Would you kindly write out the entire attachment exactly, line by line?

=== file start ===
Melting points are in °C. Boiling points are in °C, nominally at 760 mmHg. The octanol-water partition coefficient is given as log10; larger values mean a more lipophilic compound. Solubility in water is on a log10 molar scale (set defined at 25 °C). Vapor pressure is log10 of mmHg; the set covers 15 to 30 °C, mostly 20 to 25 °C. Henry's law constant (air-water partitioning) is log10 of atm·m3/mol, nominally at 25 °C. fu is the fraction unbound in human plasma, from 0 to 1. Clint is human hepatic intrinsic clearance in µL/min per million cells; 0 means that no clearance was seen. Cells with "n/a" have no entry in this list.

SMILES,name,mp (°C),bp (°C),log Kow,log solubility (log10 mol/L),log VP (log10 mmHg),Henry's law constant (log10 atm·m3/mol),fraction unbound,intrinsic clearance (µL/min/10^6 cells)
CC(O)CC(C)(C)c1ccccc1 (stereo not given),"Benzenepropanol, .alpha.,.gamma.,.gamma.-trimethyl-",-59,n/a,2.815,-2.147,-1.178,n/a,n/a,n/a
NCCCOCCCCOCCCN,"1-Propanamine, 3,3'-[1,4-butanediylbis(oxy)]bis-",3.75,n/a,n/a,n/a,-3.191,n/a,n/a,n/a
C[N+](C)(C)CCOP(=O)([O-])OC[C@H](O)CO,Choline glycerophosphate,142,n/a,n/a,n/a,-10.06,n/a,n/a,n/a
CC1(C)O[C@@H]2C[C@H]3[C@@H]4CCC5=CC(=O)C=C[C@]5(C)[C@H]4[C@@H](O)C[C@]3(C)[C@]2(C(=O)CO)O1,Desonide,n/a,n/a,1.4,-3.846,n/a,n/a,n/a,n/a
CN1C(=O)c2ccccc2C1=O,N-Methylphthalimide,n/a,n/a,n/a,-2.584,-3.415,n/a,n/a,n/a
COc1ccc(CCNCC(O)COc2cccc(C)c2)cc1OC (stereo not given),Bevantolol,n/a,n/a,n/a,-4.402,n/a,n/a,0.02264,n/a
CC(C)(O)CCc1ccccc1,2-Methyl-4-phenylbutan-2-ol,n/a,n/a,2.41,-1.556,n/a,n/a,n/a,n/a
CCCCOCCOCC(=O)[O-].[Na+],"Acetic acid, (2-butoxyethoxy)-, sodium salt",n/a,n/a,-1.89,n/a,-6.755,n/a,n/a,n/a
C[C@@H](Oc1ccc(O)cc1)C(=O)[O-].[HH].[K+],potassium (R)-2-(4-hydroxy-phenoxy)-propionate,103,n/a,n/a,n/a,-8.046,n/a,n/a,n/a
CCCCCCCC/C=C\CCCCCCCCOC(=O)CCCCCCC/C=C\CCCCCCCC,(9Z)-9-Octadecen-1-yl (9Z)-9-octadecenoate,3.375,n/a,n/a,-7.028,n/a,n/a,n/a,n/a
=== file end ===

Melting points are in °C. Boiling points are in °C, nominally at 760 mmHg. The octanol-water partition coefficient is given as log10; larger values mean a more lipophilic compound. Solubility in water is on a log10 molar scale (set defined at 25 °C). Vapor pressure is log10 of mmHg; the set covers 15 to 30 °C, mostly 20 to 25 °C. Henry's law constant (air-water partitioning) is log10 of atm·m3/mol, nominally at 25 °C. fu is the fraction unbound in human plasma, from 0 to 1. Clint is human hepatic intrinsic clearance in µL/min per million cells; 0 means that no clearance was seen. Cells with "n/a" have no entry in this list.

SMILES,name,mp (°C),bp (°C),log Kow,log solubility (log10 mol/L),log VP (log10 mmHg),Henry's law constant (log10 atm·m3/mol),fraction unbound,intrinsic clearance (µL/min/10^6 cells)
CC(O)CC(C)(C)c1ccccc1 (stereo not given),"Benzenepropanol, .alpha.,.gamma.,.gamma.-trimethyl-",-59,n/a,2.815,-2.147,-1.178,n/a,n/a,n/a
NCCCOCCCCOCCCN,"1-Propanamine, 3,3'-[1,4-butanediylbis(oxy)]bis-",3.75,n/a,n/a,n/a,-3.191,n/a,n/a,n/a
C[N+](C)(C)CCOP(=O)([O-])OC[C@H](O)CO,Choline glycerophosphate,142,n/a,n/a,n/a,-10.06,n/a,n/a,n/a
CC1(C)O[C@@H]2C[C@H]3[C@@H]4CCC5=CC(=O)C=C[C@]5(C)[C@H]4[C@@H](O)C[C@]3(C)[C@]2(C(=O)CO)O1,Desonide,n/a,n/a,1.4,-3.846,n/a,n/a,n/a,n/a
CN1C(=O)c2ccccc2C1=O,N-Methylphthalimide,n/a,n/a,n/a,-2.584,-3.415,n/a,n/a,n/a
COc1ccc(CCNCC(O)COc2cccc(C)c2)cc1OC (stereo not given),Bevantolol,n/a,n/a,n/a,-4.402,n/a,n/a,0.02264,n/a
CC(C)(O)CCc1ccccc1,2-Methyl-4-phenylbutan-2-ol,n/a,n/a,2.41,-1.556,n/a,n/a,n/a,n/a
CCCCOCCOCC(=O)[O-].[Na+],"Acetic acid, (2-butoxyethoxy)-, sodium salt",n/a,n/a,-1.89,n/a,-6.755,n/a,n/a,n/a
C[C@@H](Oc1ccc(O)cc1)C(=O)[O-].[HH].[K+],potassium (R)-2-(4-hydroxy-phenoxy)-propionate,103,n/a,n/a,n/a,-8.046,n/a,n/a,n/a
CCCCCCCC/C=C\CCCCCCCCOC(=O)CCCCCCC/C=C\CCCCCCCC,(9Z)-9-Octadecen-1-yl (9Z)-9-octadecenoate,3.375,n/a,n/a,-7.028,n/a,n/a,n/a,n/a